• B732, Manchester UK, 1985 (On 22nd August 1985, a B737-200 being operated by British Airtours, a wholly-owned subsidiary of British Airways, suffered an uncontained engine failure, with consequent damage from ejected debris enabling the initiation of a fuel-fed fire which spread to the fuselage during the rejected take off and continued to be fuel-fed after the aircraft stopped, leading to rapid destruction of the aircraft before many of the occupants had evacuated.)
  • MD11, en-route, Atlantic Ocean near Halifax Canada, 1998 (On 2 September 1998, an MD-11 aircraft belonging to Swissair, crashed into the sea off Nova Scotia following an in-flight electrical fire.)

Evacuation slides deployed

  • A332, en-route, North Atlantic Ocean, 2001 (On 24 August 2001, an Air Transat Airbus A330-200 eastbound across the North Atlantic at night experienced a double-engine flameout after which Lajes on Terceira Island in the Azores was identified as the best diversion and a successful glide approach and landing there was subsequently achieved. The Investigation found that the flameouts had been the result of fuel exhaustion after a fuel leak from the right engine caused by a pre flight maintenance error. Fuel exhaustion was found to have occurred because the flight crew did not perform the QRH procedure applicable to an in-flight fuel leak.)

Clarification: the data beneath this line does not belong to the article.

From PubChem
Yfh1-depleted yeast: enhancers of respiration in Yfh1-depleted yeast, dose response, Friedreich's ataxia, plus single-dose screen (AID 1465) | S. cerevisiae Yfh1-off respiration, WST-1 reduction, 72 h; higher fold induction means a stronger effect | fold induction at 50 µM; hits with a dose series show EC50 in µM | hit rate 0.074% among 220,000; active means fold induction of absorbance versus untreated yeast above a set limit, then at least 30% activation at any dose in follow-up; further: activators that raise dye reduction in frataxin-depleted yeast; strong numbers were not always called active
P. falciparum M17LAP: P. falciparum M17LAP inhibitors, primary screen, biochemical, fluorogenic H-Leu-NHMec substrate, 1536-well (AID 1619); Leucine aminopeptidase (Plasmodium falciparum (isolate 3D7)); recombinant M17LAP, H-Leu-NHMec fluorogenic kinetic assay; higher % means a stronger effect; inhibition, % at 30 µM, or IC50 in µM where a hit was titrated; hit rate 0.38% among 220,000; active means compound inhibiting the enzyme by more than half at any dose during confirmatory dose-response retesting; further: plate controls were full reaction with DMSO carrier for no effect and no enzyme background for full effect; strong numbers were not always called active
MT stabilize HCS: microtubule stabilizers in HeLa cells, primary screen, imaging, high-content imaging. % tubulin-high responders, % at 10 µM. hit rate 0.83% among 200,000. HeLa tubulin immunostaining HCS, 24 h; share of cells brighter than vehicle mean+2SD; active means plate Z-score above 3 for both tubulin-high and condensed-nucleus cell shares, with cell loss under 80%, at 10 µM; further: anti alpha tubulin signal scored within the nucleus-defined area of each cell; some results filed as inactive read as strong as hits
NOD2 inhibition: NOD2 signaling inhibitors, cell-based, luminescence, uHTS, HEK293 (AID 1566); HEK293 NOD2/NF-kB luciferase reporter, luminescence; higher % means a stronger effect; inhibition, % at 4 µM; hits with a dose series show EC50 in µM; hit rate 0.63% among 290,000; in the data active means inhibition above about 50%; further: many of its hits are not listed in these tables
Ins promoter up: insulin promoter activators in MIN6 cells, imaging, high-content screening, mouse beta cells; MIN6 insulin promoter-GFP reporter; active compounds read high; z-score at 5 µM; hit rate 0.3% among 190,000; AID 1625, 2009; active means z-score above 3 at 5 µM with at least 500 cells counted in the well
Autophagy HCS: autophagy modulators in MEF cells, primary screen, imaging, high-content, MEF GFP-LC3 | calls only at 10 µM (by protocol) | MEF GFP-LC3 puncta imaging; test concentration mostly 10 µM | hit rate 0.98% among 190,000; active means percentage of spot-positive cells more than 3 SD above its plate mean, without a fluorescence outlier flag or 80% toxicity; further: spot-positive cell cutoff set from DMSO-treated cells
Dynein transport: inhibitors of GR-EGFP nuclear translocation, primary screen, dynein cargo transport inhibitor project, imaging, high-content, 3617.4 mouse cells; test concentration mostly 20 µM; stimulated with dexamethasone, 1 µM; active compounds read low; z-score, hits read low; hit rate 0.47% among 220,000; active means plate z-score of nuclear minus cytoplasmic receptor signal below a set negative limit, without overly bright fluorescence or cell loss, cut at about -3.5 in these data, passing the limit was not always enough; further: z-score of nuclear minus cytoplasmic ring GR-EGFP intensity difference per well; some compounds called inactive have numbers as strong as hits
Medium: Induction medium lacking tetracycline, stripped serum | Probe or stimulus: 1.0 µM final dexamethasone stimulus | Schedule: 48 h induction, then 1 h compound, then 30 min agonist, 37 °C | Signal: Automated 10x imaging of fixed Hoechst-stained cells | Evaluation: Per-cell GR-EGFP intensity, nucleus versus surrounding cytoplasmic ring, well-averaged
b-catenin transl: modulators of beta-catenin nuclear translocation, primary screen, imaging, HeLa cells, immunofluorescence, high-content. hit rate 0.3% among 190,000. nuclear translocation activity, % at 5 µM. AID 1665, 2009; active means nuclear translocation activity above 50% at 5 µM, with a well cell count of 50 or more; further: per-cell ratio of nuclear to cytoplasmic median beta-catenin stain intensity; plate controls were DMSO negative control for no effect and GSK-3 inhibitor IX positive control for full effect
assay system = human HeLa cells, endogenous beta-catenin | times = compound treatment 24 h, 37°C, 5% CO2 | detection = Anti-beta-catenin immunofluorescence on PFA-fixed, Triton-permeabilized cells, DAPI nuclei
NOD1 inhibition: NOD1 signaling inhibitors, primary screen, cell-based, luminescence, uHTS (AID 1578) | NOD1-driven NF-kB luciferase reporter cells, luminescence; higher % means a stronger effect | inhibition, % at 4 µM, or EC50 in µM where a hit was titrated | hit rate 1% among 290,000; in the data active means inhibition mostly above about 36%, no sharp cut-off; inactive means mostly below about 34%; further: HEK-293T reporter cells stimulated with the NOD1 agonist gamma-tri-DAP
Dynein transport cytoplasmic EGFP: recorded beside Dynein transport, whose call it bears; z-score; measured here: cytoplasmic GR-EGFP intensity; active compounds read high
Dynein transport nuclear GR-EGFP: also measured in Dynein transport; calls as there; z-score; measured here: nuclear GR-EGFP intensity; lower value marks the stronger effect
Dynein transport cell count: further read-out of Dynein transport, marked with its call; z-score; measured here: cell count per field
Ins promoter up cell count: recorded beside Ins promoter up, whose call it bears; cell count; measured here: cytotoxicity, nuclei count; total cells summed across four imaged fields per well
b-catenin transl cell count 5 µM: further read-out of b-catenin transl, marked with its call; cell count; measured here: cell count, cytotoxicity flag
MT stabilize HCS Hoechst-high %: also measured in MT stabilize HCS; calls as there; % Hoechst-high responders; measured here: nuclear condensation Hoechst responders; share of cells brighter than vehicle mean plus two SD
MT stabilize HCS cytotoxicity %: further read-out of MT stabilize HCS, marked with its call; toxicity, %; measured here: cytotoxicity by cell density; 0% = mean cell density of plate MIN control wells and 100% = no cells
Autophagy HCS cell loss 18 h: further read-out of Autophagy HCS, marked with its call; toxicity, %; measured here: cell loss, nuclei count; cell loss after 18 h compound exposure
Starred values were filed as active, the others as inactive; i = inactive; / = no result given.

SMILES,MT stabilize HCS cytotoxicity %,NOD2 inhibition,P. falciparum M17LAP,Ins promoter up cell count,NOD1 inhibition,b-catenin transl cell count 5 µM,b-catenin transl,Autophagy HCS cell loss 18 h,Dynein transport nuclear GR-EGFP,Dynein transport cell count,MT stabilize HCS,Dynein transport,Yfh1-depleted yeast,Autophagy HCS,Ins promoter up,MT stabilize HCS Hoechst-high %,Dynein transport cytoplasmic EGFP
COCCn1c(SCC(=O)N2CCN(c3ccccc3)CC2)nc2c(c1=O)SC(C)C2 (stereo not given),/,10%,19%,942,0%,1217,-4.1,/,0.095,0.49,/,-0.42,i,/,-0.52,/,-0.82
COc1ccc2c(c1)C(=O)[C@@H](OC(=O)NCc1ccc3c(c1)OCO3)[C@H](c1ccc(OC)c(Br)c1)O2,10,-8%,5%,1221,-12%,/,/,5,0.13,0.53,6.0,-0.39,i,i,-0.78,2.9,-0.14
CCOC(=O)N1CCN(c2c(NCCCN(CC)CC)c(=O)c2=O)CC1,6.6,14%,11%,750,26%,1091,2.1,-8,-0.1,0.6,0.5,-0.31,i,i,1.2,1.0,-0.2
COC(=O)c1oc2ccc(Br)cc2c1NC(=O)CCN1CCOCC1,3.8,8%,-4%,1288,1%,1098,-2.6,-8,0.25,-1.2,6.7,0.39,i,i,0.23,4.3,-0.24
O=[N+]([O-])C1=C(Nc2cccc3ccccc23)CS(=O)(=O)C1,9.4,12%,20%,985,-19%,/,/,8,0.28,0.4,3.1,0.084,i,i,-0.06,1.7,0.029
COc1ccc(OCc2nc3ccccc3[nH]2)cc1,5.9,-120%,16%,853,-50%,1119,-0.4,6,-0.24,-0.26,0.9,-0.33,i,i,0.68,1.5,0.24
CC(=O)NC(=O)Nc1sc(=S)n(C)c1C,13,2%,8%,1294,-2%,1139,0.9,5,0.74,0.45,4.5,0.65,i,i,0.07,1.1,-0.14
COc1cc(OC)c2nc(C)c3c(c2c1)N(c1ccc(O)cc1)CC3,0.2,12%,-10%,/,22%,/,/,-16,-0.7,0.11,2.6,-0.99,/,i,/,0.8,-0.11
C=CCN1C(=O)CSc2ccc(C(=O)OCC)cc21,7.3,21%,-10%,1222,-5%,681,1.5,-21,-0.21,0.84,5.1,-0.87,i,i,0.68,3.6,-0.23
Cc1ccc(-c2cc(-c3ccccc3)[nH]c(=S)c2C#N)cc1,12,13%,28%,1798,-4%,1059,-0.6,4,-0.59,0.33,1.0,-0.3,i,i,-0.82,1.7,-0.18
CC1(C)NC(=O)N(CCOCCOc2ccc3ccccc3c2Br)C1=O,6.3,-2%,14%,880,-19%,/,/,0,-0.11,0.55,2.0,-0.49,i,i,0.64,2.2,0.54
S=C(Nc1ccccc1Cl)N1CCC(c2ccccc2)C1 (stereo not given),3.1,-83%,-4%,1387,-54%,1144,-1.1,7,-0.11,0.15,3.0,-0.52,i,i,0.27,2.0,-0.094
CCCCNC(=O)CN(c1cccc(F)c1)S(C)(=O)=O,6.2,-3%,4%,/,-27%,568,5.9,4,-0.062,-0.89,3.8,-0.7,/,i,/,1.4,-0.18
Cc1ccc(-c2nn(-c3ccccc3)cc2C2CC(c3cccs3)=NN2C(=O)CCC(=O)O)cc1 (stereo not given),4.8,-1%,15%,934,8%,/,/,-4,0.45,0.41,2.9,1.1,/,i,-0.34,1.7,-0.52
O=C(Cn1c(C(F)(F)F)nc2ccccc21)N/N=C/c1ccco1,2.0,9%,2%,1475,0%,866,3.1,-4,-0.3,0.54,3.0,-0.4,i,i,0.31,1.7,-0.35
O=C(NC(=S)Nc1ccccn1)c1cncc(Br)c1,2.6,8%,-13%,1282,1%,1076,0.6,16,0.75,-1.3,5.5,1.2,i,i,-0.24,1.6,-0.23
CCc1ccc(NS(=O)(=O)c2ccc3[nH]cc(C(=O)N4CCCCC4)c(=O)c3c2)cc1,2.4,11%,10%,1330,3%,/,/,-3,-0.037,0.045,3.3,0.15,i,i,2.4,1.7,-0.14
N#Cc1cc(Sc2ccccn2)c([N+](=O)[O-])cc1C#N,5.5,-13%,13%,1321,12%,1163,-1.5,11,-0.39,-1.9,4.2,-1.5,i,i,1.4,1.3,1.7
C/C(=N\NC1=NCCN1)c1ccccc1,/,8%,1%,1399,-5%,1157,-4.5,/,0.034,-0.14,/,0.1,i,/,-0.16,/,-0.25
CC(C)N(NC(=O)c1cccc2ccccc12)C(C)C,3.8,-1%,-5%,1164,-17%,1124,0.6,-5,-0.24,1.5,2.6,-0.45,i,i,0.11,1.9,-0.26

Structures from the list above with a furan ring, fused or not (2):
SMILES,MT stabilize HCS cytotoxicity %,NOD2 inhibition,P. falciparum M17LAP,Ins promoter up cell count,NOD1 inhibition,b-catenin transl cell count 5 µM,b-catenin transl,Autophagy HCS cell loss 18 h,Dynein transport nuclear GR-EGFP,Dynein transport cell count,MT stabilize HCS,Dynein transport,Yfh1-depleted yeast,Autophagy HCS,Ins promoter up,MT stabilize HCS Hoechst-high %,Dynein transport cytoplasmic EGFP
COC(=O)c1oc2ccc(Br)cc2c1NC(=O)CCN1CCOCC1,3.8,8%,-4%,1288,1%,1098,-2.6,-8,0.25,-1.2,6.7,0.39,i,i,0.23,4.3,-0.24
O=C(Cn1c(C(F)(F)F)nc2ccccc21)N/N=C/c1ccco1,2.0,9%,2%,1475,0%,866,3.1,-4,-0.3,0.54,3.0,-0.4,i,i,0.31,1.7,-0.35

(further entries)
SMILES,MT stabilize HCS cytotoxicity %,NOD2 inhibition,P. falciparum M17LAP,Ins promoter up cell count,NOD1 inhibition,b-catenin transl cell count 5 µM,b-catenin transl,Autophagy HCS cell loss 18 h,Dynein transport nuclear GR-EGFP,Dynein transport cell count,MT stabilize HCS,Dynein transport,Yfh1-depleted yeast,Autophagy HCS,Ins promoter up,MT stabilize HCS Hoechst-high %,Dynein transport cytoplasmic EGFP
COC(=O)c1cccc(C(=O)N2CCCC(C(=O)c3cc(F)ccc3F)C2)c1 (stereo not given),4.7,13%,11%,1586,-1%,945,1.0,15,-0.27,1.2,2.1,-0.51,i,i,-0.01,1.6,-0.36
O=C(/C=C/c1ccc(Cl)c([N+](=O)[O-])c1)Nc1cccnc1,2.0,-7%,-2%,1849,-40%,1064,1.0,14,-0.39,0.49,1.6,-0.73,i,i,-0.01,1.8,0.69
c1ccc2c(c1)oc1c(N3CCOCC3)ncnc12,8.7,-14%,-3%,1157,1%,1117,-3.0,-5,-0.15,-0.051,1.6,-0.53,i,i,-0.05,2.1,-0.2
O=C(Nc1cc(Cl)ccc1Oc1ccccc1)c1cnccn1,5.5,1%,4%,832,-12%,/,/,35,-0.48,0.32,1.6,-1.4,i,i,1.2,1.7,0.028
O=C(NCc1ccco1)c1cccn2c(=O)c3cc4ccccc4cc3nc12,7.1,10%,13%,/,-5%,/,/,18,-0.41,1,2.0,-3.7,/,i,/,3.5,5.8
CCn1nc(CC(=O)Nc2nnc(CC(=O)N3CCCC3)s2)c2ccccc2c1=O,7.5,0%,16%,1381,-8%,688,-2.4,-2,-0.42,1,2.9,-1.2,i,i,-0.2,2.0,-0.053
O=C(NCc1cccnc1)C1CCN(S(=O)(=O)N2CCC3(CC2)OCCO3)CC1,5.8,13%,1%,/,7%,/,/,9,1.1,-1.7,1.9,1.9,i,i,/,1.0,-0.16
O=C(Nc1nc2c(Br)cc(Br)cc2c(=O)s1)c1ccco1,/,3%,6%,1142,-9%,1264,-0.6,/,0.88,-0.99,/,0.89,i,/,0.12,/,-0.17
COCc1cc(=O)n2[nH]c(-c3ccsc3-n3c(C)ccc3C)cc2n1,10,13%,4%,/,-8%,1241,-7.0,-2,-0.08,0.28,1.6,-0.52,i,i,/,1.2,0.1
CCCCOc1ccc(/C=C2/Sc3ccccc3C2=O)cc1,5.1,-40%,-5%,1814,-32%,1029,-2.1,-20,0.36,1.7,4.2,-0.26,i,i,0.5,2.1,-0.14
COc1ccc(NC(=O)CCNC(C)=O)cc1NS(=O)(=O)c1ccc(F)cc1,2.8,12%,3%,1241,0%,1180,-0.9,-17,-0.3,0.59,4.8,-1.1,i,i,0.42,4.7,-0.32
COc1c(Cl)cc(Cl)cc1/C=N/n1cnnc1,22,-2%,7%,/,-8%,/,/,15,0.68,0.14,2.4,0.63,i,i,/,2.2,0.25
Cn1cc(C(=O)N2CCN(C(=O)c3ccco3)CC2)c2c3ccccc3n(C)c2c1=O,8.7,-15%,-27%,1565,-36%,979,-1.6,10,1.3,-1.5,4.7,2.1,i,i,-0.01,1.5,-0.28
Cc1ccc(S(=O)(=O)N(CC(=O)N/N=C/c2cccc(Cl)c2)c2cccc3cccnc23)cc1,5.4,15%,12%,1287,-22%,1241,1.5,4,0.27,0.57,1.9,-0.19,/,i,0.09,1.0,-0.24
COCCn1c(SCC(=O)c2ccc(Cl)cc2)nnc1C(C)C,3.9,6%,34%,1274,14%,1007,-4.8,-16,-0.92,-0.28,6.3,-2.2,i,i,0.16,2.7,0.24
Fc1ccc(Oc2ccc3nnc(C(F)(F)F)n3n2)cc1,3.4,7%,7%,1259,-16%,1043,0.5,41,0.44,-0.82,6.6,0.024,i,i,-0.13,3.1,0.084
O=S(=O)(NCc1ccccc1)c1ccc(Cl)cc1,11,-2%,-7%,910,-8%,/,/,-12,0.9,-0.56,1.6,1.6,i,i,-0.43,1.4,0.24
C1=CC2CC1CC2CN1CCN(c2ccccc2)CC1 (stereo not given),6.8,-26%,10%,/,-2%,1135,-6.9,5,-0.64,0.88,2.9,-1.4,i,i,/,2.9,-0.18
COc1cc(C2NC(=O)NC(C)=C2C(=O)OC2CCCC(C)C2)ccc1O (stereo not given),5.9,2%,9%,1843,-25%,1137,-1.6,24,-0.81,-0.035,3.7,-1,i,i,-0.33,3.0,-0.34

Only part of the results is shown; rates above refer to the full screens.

• A310, Irkutsk Russia, 2006 (On 8 July 2006, S7 Airlines A310 overran the runway on landing at Irkutsk at high speed and was destroyed after the Captain mismanaged the thrust levers whilst attempting to apply reverse only on one engine because the flight was being conducted with one reverser inoperative. The Investigation noted that the aircraft had been despatched on the accident flight with the left engine thrust reverser de-activated as permitted under the MEL but also that the previous two flights had been carried out with a deactivated right engine thrust reverser.)